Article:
Things you CAN do with a fused spine!
Since my scoliosis surgery almost 7 years ago, I have achieved SO many things that I never thought would be possible post surgery. As scoliosis is in the news right now (as a result of Britain’s Got Talent) and in some cases being portrayed rather negatively, I thought I would try and put a positive spin on things.
I wanted to share my achievements post scoliosis surgery to prove that there IS life after scoliosis surgery! Once recovered, your scoliosis shouldn’t stop you from living a normal life.
Disclaimer: Please note, these are all things I have achieved once fully recovered (e.g after at least 1 year post op). Every case of scoliosis is different. I’m aware that not everyone is as lucky to be able to do all these things post surgery. If you have recently had spinal fusion, please do NOT try any of the below until you have had the all-clear from your Dr/surgeon.
Things you CAN do with a fused spine…
Yes, living with scoliosis and a fused spine can be difficult at times. There are things you probably shouldn’t do or activities that need to be adapted post surgery. Sometimes though, it’s easy to ignore all the amazing things you CAN do after such a major life changing surgery.
I have blogged about most of these things already, but thought I’d list them all in one post and keep adding to it as I achieve more things!
- Climb a mountain
- Run 5K, 10K races
- Complete a muddy obstacle course
- Walk 26.2 miles overnight for charity
- Complete a MSc Degree with distinction (while working full time)
- Go to the gym 4/5 times a week
- Body Pump and light weight lifting
- HIIT (high intensity interval training) classes such as Metafit
- Body Combat classes
- Cycling / Spin classes
- Hike up hills
- Ride a Zip wire
- Travel all over the world
ANYTHING you put your mind to!
My surgeon honestly told me there was nothing I couldn’t do after I had all restrictions lifted. (This was after about a year post op.) He even told me I could ride roller coasters and go bungee jumping (I’ll add it to my list…).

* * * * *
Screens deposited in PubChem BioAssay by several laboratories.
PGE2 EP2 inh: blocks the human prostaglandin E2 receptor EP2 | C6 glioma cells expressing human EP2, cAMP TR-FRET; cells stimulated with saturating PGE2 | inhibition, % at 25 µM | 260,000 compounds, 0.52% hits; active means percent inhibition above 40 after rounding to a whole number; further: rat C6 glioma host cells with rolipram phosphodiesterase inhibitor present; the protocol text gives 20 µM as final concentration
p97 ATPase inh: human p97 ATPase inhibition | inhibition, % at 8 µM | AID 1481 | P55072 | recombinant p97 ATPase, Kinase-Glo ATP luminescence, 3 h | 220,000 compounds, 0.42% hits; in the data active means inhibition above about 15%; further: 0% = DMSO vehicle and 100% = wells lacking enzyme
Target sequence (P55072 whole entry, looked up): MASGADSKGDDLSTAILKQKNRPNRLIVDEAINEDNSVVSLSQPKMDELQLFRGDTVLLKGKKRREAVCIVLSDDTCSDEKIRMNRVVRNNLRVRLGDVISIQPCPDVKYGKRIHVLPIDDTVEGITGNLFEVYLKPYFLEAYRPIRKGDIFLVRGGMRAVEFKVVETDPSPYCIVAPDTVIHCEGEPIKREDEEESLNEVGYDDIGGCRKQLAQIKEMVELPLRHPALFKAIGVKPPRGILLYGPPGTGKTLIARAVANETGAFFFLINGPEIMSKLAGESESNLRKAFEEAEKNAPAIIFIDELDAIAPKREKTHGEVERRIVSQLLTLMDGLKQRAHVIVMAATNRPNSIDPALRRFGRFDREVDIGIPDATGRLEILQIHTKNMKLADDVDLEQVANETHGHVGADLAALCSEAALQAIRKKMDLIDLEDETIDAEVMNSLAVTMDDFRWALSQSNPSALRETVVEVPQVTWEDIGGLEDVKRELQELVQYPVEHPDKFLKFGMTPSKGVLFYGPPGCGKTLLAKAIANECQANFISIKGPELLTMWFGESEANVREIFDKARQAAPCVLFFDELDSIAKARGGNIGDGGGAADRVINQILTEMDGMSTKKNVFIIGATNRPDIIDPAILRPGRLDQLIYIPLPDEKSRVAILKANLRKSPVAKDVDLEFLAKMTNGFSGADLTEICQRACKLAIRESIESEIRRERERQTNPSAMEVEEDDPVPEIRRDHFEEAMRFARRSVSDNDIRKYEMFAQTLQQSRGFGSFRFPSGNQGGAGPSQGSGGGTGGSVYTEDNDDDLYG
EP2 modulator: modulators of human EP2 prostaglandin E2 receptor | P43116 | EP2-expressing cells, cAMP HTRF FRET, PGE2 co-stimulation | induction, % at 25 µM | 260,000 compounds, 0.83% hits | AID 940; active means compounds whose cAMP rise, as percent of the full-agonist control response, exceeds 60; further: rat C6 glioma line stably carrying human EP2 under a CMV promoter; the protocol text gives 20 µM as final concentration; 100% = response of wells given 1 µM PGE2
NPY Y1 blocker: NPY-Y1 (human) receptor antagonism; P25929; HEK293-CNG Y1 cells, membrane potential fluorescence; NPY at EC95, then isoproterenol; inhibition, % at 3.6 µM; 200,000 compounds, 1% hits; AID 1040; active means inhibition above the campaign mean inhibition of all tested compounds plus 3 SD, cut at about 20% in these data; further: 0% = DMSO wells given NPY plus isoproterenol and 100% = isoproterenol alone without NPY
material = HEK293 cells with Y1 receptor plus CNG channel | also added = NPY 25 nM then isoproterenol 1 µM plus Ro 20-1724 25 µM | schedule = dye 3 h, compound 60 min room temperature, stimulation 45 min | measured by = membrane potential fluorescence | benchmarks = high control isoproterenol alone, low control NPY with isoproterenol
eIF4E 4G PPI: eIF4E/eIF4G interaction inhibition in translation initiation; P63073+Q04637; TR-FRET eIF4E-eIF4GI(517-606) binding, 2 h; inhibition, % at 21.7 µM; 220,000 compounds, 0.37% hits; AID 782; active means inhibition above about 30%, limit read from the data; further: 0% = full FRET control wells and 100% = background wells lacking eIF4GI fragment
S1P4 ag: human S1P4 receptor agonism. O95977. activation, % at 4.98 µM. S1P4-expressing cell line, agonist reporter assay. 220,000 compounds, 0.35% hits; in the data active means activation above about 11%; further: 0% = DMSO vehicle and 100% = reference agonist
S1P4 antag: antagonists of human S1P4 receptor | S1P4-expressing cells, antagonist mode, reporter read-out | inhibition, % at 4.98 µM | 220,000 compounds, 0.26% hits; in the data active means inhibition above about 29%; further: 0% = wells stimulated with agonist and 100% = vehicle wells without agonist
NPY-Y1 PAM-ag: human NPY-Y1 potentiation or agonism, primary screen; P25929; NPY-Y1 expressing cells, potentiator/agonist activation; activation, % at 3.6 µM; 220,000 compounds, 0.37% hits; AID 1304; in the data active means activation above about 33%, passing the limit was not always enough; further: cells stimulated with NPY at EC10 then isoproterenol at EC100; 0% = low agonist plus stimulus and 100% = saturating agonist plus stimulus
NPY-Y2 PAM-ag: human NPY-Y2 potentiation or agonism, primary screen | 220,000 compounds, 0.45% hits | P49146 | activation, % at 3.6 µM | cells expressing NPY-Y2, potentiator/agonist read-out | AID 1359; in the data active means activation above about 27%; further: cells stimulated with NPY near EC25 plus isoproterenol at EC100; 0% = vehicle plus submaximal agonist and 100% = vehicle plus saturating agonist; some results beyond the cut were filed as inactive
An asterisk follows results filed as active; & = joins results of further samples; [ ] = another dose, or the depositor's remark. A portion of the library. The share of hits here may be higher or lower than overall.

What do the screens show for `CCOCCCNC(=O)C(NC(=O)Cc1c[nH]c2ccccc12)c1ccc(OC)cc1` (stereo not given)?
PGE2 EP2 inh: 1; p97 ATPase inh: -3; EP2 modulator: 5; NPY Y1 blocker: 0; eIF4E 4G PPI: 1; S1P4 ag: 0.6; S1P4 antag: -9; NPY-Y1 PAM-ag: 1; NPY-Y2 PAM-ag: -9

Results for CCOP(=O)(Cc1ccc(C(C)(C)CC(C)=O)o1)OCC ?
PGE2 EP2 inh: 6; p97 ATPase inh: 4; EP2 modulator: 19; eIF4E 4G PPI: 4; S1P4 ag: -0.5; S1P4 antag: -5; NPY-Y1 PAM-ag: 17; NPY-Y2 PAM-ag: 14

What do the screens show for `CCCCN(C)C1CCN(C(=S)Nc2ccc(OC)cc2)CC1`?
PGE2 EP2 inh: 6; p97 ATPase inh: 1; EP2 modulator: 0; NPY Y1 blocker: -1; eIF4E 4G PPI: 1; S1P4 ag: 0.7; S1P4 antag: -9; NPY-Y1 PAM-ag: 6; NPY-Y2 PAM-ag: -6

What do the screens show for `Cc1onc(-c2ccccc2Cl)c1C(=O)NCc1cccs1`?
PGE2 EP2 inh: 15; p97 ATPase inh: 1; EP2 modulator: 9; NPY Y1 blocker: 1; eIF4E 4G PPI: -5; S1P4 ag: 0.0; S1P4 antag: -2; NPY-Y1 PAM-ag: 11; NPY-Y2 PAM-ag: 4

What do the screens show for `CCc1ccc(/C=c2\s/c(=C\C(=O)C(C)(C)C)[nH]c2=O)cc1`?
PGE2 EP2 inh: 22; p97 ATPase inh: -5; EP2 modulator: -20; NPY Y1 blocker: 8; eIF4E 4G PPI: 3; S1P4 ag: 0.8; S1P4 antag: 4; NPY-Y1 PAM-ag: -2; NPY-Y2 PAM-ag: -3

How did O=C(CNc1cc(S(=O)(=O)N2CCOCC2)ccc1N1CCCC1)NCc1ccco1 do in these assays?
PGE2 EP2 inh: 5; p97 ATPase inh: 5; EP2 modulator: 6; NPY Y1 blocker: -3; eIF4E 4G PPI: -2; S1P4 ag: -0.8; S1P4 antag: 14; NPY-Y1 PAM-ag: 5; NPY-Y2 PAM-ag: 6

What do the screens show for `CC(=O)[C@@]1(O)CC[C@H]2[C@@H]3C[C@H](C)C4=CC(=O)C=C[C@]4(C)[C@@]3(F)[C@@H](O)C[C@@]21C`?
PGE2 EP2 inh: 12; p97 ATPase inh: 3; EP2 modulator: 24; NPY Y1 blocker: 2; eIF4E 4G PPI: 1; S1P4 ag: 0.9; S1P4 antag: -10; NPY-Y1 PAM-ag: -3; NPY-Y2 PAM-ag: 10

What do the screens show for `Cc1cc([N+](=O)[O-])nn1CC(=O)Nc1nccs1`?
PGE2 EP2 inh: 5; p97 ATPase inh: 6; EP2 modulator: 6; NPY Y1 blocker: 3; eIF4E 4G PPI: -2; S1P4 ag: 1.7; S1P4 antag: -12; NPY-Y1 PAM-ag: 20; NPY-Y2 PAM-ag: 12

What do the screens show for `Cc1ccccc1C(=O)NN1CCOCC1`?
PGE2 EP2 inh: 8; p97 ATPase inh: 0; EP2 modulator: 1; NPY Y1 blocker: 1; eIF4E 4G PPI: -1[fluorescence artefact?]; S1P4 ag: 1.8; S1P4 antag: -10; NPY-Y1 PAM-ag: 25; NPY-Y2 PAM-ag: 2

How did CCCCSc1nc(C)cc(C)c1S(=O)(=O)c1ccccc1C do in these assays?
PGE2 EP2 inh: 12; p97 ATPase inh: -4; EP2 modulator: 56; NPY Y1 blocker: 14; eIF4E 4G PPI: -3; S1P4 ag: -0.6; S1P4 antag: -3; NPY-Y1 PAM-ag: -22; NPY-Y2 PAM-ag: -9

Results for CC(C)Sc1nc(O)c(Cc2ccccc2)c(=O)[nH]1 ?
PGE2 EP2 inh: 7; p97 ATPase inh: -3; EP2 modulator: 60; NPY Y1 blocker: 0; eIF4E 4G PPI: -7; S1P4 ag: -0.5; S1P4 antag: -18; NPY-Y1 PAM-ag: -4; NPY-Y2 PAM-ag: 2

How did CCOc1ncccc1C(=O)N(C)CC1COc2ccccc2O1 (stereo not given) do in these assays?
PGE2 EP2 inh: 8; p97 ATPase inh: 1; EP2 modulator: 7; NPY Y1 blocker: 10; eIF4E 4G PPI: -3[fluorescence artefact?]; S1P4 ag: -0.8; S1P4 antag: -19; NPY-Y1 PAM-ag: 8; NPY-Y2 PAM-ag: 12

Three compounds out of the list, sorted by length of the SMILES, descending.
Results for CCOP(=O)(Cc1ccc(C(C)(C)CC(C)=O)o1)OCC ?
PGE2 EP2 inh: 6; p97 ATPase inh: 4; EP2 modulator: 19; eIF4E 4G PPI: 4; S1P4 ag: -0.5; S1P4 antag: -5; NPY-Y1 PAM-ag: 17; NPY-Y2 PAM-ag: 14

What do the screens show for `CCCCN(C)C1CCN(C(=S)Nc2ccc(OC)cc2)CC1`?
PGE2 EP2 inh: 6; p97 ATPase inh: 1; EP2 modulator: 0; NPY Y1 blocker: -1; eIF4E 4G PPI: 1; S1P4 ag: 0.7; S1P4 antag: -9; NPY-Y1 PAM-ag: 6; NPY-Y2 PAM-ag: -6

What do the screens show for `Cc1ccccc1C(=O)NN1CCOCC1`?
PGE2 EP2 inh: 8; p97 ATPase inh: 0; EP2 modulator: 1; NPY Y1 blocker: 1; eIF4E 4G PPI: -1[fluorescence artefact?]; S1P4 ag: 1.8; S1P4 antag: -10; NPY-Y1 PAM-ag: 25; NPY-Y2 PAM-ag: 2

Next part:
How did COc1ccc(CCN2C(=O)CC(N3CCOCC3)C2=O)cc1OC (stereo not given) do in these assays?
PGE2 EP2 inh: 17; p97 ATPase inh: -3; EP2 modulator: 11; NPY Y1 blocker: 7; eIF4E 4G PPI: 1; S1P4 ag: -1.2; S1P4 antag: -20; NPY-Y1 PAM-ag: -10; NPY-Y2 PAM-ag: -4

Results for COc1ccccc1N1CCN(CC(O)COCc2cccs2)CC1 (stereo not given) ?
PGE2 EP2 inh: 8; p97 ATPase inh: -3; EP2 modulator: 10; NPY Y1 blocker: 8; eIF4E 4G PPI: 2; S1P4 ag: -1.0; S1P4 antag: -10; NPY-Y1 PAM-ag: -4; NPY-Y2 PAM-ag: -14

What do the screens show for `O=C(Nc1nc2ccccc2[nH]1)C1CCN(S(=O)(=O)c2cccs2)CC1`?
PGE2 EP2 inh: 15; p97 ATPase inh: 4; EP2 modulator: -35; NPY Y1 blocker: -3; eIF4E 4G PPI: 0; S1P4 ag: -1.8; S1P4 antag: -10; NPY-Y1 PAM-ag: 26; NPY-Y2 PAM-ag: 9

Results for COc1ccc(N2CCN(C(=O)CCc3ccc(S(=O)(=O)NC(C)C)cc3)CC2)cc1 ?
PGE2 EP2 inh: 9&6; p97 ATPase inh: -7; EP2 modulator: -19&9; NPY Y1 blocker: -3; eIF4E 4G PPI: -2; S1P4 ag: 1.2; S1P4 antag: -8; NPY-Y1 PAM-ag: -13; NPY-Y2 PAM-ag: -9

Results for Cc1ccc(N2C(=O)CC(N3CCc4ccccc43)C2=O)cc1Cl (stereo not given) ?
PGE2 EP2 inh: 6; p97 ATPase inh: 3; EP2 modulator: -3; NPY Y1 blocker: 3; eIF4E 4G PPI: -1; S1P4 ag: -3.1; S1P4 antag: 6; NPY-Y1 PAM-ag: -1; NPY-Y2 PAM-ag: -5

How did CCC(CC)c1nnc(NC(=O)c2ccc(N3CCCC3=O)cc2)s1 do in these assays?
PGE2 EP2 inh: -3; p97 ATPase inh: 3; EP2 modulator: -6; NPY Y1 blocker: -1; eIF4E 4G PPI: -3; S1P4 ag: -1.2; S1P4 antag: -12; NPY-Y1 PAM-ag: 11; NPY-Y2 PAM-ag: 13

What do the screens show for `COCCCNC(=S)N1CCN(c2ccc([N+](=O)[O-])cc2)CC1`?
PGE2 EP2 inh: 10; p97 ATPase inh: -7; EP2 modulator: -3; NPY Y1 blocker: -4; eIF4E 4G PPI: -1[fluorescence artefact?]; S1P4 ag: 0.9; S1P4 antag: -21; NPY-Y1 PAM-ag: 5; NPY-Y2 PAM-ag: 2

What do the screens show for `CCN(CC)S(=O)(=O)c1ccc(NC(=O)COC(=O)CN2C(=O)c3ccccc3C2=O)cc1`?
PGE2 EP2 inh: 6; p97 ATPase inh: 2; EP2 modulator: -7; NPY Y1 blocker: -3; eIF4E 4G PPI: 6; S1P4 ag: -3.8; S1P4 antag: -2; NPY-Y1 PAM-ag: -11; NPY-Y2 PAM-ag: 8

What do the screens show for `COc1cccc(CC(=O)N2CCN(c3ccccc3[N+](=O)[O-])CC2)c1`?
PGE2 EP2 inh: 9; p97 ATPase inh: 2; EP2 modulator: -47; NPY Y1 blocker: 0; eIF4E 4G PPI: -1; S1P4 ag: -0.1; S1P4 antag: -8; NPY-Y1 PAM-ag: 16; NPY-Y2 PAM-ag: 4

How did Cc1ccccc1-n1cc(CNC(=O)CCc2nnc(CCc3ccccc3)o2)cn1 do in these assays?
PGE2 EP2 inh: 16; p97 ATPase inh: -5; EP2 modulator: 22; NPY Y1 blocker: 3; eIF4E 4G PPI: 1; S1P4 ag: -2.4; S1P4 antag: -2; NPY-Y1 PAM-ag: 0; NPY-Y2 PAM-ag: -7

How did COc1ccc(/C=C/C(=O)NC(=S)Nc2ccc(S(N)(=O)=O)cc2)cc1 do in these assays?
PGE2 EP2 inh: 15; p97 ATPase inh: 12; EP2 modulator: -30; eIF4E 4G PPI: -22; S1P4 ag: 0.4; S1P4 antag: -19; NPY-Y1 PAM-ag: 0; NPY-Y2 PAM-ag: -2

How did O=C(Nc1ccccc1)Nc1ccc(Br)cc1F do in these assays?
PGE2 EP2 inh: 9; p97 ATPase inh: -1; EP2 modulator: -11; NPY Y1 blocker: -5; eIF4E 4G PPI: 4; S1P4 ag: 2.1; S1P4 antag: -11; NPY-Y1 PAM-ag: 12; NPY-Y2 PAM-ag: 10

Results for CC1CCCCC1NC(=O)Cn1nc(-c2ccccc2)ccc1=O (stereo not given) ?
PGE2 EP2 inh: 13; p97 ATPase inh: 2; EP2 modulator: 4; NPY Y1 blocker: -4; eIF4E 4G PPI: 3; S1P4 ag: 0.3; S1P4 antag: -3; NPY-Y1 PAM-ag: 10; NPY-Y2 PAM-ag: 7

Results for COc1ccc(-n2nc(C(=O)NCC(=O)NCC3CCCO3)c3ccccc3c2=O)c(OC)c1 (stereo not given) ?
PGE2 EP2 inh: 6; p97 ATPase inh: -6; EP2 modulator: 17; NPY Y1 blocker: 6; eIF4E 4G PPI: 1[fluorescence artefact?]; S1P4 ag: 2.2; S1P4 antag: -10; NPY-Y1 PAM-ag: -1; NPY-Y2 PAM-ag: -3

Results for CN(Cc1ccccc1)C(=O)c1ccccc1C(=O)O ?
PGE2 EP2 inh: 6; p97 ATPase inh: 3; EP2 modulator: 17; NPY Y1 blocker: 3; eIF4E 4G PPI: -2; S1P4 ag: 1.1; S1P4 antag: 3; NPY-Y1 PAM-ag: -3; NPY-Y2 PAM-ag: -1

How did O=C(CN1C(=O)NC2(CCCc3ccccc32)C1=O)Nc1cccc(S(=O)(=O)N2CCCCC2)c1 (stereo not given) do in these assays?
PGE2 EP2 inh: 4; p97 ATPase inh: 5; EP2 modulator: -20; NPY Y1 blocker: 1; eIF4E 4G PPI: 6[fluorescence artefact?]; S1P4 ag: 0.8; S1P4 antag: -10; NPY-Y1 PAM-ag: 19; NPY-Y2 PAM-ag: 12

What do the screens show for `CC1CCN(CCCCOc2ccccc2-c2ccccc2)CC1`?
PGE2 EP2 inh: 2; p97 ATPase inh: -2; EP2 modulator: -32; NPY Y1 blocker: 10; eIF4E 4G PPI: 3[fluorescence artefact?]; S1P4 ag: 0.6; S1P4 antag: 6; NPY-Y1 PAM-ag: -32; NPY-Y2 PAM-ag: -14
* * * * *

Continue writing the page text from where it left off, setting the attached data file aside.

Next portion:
I know every case is different and I’m not saying you SHOULD do any of the above things if you have had spinal fusion. Lower impact exercise is much better for the spine than say running.
However, these are just some of the things I have achieved since surgery that I’m proud of.
I never thought I’d EVER be able to do any of the above things when I was in the early stages of recovery. But our bodies are amazing things and I believe we can do anything we put our minds to.
My ultimate goal is to run the London Marathon for the Scoliosis Campaign Fund because, wow, what an achievement that would be!
The Scoliosis Campaign Fund had a team running the London Marathon this year and several team members had had scoliosis surgery. I just found that so inspiring and would love to do the same in the future.
I think surviving this surgery has really made me determined to keep pushing myself to try and achieve more things. I just want to squeeze as much out of life as possible and do as much as I can/try new things. When I first had the surgery, I was scared of causing damage to the fusion but now I am more daring.
There are so many more things I want to do, so hopefully I can keep growing this list over time 🙂
Have you had scoliosis surgery? What have you accomplished that you thought would never be possible post surgery?
Please share your stories below in the comments, I would love to hear from you!
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I had scoliosis surgery in 2010 and blog about my experiences living with scoliosis. My aim is to raise awareness of scoliosis and help and inspire others with the condition.
41 thoughts on “Things you CAN do with a fused spine!”